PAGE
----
Up until recently, Future Now functioned as an online showcase of South African art, music and culture. In August this year, they expanded into a sizeable online magazine ready to be flipped through from the screen of your cellphone or PC. Their content is simple and straightforward: A few profile pieces and narratives pepper the pages here and there but mostly, Future Now features short write ups by artists themselves, accompanied with an image that links through to their work. If you’re looking for some of the best in the South African arts scene, you’d do well to start between the covers of Future Now.
Having launched earlier this year, Bubblegumclub has become known for their way of presenting authentic content on the local arts scene in a way that both platforms individual artists and ties their work to larger, South African narratives. Their content, all housed online, ranges from smaller features and Q&As, to profile pieces with original photography, all spotlighting the work of practitioners doing important work within the country. Bubblegumclub also host the occasional exhibition, creating a necessary offline space for the artists they feature. Find them online.
Twenty is the new print venture by Landa Willie. With its second edition currently in progress, Twenty’s garnered a lot of attention for a brand new start-up publication. Their team of writers aim to showcase and celebrate the work of South African-based artists and creative individuals, all packaged in a visually striking print magazine. Find them here.
The FUSS is an online publication founded by Thozi the Creator. Through shining a light on the country’s ever-expanding music scene, The FUSS looks at the musical trends of a young South Africa and how the country engages with and consumes the music being made. It’s worth checking out their sound galleries too. Head over to their site for reviews, interviews, opinion pieces and more.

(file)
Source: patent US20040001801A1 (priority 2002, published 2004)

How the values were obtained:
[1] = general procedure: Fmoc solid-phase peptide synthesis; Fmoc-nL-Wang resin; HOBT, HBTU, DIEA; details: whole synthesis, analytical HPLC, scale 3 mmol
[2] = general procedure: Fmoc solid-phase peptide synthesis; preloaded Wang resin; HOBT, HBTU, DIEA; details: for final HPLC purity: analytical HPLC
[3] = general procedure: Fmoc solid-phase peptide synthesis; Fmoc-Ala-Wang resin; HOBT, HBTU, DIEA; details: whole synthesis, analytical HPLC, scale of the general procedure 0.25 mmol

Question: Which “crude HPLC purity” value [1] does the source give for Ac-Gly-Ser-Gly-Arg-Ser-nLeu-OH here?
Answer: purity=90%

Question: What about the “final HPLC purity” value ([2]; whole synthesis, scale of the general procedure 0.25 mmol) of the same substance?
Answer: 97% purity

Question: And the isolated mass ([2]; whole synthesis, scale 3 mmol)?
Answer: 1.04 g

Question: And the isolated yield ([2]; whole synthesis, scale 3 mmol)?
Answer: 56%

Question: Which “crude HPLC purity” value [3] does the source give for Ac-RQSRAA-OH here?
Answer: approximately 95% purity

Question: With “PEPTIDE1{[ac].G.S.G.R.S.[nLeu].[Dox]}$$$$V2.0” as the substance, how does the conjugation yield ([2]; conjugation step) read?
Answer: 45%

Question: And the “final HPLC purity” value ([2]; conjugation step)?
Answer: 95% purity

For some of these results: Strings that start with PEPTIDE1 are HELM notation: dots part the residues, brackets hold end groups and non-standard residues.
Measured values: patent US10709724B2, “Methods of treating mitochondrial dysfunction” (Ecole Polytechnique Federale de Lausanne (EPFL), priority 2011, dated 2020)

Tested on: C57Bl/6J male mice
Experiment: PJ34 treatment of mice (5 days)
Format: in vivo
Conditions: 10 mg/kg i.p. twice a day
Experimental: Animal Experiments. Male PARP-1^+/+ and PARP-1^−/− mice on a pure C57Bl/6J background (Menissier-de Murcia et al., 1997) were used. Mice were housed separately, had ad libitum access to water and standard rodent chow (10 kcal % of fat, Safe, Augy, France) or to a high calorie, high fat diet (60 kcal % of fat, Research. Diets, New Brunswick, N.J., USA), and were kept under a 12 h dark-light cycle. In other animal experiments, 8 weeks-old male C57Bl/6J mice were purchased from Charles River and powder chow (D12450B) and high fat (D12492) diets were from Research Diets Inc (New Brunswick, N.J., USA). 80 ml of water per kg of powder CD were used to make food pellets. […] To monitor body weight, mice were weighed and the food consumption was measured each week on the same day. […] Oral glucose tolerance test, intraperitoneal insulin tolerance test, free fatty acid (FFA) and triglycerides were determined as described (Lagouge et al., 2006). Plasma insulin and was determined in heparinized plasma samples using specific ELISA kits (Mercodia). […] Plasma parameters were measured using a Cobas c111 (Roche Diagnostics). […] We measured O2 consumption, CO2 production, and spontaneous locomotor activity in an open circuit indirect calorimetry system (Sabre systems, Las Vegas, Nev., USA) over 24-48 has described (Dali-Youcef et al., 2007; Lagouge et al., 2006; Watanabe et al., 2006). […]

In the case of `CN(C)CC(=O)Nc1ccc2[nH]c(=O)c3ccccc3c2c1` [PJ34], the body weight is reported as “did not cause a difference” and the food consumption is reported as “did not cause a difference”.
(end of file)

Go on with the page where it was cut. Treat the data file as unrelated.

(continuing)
‘We are foolishly ambitious’ reads the tagline for Cape Town’s The Lake, and thank god for that. Only a few years old now, The Lake has become one of the most looked forward to print publications in the independent scene. Their focus is largely that of the South African creative industry and their pages – vast, colourful and beautifully designed – play host to countless new creative individuals and organisations every issue. Their site is worth bookmarking too, but be sure to keep an eye out for their hardcopy issues, they really are a visual treat.
Founded by Amanda Sibiya and Charmaine Ngobeni and falling under the Conte Creatives Agency, Conté Magazine is another new print publication that aims to showcase the works of locally-based artists, musicians, illustrators and more. Each issue anchors its content in a theme and to date, the Conté team have brought out issues framed around revolution, Africa, and even candy. Find them online and take a peek at their print issues here.
Yes, yes there probably are a few we left out, but it wasn’t to be mean. If you’ve got a local publication you think should be featured here, drop us a line at firstname.lastname@example.org. We’d love to check it out.